If its downpipe is blocked, get your hands on a waste pipe cleaner and use it to break up and remove the blockage. Though if this doesn’t work, you may need to dismantle the pipe and remove the blockage by hand.



As we’ve previously touched on, you need to be careful when cleaning self-cleaning glass to avoid damaging its primary function.

When looking at your self-cleaning glass, you might think it to be dirtier than it actually is due to dusty stains marking the glazing. However, this is actually the glass cleaning itself. This sort of glass uses the sun to bake the dirt, allowing it to be washed off in the rain or with water.

So, all you really need to do with self-cleaning glass is rinse off these dust marks during the cleaning process and then use your squeegee and warm soapy water to clear away and prevent streaks and persistent marks.


Now that we’ve covered cleaning the exterior, what about how to clean a conservatory roof from the inside?

Well, you’ll initially want to start by clearing away any furniture so you can clean the full space properly, and then proceed to repeat what you did for the outside – though, you’ll want to swap your sponge and soapy water mix out for washing up liquid and a cloth, so you don’t splash water everywhere.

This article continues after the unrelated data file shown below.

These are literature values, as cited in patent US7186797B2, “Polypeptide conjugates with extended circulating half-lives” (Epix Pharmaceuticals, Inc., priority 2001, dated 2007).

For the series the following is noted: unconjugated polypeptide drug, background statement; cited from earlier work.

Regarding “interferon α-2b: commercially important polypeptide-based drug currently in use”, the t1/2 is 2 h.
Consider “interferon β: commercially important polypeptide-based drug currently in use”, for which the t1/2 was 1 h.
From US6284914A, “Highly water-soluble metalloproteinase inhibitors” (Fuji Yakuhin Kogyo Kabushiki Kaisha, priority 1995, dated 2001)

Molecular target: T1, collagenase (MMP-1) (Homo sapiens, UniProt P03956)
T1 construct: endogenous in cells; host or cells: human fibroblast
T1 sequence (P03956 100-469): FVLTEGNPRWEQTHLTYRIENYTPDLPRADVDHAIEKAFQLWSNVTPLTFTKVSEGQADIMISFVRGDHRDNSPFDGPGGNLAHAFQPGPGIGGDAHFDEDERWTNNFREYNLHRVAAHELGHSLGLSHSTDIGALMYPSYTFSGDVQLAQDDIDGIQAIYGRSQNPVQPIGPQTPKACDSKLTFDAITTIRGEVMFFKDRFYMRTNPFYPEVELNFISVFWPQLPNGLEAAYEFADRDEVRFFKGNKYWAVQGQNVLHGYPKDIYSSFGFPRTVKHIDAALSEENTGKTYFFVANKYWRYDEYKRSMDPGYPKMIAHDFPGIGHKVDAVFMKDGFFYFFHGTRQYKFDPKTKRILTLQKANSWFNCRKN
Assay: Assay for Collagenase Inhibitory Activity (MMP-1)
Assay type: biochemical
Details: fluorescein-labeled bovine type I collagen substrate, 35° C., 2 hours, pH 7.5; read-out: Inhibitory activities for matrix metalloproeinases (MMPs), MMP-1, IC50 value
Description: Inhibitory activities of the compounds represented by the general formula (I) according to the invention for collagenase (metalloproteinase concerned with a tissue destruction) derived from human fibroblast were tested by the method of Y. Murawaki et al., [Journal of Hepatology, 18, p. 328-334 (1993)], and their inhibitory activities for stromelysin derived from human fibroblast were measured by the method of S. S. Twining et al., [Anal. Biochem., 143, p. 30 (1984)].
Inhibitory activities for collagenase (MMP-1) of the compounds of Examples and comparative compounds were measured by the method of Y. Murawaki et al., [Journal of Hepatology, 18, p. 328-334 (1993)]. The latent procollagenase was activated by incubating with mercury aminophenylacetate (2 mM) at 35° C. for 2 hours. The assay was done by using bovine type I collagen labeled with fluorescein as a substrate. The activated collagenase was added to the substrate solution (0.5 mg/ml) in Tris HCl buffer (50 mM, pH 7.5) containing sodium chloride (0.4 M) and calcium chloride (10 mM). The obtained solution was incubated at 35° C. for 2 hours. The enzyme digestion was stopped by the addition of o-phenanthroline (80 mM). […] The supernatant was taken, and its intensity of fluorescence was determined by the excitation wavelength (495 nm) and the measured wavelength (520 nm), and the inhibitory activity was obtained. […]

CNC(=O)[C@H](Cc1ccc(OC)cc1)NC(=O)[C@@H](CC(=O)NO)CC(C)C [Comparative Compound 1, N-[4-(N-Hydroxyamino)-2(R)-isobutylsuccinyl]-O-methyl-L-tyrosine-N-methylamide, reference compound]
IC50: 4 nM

You’ll likely need to use your telescopic brush for the roof panes, but once everything has been wiped down you can use your microfibre cloth to buff your windows to a shine.


With your conservatory looking spotless, it’s time to apply the finishing touches.

Start by lubricating all the locks, handles, and hinges so that they operate smoothly, and then dust and hoover the space.

If you have time, you might also want to consider cutting back any trees and vegetation that hangs over your extension, helping to increase light coverage while reducing moss build-up. However, this can be a big job, and it might be best left to a professional so you don’t damage your extension accidentally. Finally, move all your furniture back in, rearrange it to your liking, and you’re done!

And there you have it, now you know exactly how to clean a glass conservatory roof and walls. Cleaning your extension regularly will go a long way towards maximising how much light is let in throughout the year, but you can always hire a window cleaner if you don’t have the time.

Alternatively, if you want glazed extensions or glass roof systems that are much easier to take care of, you might want to think about installing a set of aluminium frame windows or doors. Coated in powder paint, these frames are long-lasting and very easy to clean.

To find out more, why not get in touch with the team at Express? Our experts will walk you through our products, or you can even visit us at one of our showrooms to see our whole range. And in the meantime, don’t forget to browse the rest of our blog for more useful articles like this one, including how to clean skylights.